Imagine having the capability of exploring a planet using nothing but a 10x10x10 cube.
Now you can!
(Note: This project won’t actually go to the moon, sorry)
My name is Alyssa, and in this Instructable I will show you how my two partners (Stormi and Hannah) and I created our very own Cubesat! The goal of our mini satellite, was to measure the temperature of Mars (which in our experiment was a metal half sphere, close enough).
Step 1: Materials/Tools
Popsicle sticks: https://www.walmart.com/ip/Kids-Craft-Wooden-Craf...
Bread board: https://www.walmart.com/ip/AdTech-Hi-Temp-Mini-Ho...
220 Resistor: https://www.walmart.com/ip/AdTech-Hi-Temp-Mini-Ho...
Temperature Sensor: https://www.walmart.com/ip/AdTech-Hi-Temp-Mini-Ho...
Step 2: Saftey
Make sure you wire correctly to avoid overheating a sensor.
Be cautious when using a hot glue gun.
Step 3: Instructions
The first step to programming your Arduino is hooking up the temperature sensor. (refer to picture above)
(for the sake of the SD card later, replace 5V with 3.3V)
Next, you’ll go to this website: https://arduinomodules.info/ky-028-digital-temper...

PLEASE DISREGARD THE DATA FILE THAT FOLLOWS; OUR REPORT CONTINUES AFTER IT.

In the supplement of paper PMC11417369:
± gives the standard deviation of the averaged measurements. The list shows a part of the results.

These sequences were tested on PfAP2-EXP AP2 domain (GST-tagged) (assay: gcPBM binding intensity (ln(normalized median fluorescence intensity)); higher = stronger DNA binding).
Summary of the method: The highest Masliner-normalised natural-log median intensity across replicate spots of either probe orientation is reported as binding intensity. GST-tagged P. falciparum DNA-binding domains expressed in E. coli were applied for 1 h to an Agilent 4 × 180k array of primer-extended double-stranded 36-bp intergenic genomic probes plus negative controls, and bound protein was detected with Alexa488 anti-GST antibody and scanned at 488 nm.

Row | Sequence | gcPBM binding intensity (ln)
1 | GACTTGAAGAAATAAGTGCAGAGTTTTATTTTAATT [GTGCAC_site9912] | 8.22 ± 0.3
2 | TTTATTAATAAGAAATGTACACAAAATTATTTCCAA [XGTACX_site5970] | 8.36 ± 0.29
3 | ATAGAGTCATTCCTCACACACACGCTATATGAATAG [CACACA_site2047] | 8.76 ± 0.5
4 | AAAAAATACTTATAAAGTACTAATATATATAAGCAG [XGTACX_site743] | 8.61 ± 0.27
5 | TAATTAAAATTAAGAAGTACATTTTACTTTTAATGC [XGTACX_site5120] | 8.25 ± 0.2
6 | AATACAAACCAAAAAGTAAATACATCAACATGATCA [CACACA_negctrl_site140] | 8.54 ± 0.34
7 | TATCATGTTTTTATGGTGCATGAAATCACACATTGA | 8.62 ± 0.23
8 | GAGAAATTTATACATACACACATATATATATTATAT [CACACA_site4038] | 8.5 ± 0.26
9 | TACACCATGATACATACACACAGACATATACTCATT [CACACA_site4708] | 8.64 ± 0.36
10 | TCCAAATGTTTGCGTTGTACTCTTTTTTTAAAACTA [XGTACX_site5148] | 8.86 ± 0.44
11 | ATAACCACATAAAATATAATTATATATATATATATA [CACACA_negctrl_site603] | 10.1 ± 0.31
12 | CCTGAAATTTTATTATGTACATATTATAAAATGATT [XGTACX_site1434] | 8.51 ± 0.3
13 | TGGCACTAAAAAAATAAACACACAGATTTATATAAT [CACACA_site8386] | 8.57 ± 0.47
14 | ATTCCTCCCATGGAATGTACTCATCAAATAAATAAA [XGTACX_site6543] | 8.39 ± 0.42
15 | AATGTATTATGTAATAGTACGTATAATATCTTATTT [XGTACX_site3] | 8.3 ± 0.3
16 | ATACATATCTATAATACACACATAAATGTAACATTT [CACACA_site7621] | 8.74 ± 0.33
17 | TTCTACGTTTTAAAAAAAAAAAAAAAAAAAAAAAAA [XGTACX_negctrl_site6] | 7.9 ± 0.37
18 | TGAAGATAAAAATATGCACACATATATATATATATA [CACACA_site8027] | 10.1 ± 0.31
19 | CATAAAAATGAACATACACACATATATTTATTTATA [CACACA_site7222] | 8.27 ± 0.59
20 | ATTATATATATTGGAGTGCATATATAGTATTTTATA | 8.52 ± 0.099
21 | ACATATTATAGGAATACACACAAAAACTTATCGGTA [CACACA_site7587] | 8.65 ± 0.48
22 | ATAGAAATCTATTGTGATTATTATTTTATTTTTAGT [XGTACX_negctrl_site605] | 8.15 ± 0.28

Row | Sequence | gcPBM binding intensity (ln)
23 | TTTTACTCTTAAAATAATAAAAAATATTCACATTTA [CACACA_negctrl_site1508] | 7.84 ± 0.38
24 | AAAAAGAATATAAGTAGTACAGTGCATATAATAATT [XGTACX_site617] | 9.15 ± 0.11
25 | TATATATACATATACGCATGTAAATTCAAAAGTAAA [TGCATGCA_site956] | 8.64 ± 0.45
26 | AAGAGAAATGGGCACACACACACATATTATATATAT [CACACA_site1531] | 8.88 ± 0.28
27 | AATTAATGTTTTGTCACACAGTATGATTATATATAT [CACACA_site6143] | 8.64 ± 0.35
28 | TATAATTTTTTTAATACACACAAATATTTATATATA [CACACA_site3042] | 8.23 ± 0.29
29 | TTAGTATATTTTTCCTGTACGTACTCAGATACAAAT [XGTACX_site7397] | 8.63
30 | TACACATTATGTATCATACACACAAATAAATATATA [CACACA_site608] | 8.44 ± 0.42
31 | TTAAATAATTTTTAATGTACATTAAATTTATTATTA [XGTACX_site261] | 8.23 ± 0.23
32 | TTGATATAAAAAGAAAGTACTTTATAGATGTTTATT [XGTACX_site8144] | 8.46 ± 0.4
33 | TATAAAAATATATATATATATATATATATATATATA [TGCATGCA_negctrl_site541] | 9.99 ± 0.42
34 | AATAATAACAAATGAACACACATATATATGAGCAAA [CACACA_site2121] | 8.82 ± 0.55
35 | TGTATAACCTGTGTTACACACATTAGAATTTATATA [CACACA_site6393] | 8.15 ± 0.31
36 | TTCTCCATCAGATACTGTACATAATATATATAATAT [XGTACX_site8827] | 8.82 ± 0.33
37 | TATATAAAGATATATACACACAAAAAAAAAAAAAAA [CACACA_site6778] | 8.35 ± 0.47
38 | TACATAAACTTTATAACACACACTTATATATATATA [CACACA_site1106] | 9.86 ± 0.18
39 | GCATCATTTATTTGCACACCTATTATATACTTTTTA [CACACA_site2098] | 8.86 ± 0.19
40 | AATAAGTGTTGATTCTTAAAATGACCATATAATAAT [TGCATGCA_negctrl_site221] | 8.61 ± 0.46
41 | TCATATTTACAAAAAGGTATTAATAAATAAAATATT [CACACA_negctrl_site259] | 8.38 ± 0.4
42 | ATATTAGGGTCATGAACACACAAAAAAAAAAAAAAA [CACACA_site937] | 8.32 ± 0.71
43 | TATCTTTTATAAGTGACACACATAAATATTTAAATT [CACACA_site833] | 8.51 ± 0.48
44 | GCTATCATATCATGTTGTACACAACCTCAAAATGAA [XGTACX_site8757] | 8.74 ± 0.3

And copy the code listed.
There are no extra libraries required to verify the code, so you should be able to transfer the code right away.
After transferring the code to your Arduino, you need to open the Serial Monitor to see the numbers your temperature sensor is picking up.
**This number is NOT an actual temperature**
Once you've ensured your sensor is running fine, record the number that you see and match it with the temperature of the room.
Next up is coding the SD Card (follow the picture above to hook it up).
the changes to your code are highlighted in the pictures above.
After you've made the changes, make sure the LED lights up when you transfer your code.
Plug in a battery to your Arduino and remove it from the computer and you should be set!
start by taping together the basic shape of your cube (you'll want to hotglue the sticks to strips of cardboard for extra strength).
Next, hot glue each corner to ensure sturdiness (Exclude the top as you'll need to be able to remove it later).
Next, secure the top with duct tape.
Lastly. tie string to the top piece of your Cubesat
Do a shake test to make sure your Cubesat is stable (video above)
For your final test, you'll need to attach your Cubesat to something that spins, and have a heater nearby to crank up the temperature as it goes.
Step 4: Problems You May Encounter
If your LED doesn't light up after coding your SD Card:
-Double check code changes
-Make sure your LED is placed correctly
Ensure that your Arduino, breadboard, and battery are secured inside the Cubesat and don't move around.
Step 5: Finished!
Our set number for our temperature was 240 (75.5 degrees Fahrenheit)
The results from our sensor after testing went up to 340 (175.5 degrees Fahrenheit)
So in conclusion, the temperature on our Mars was 175.5 degrees.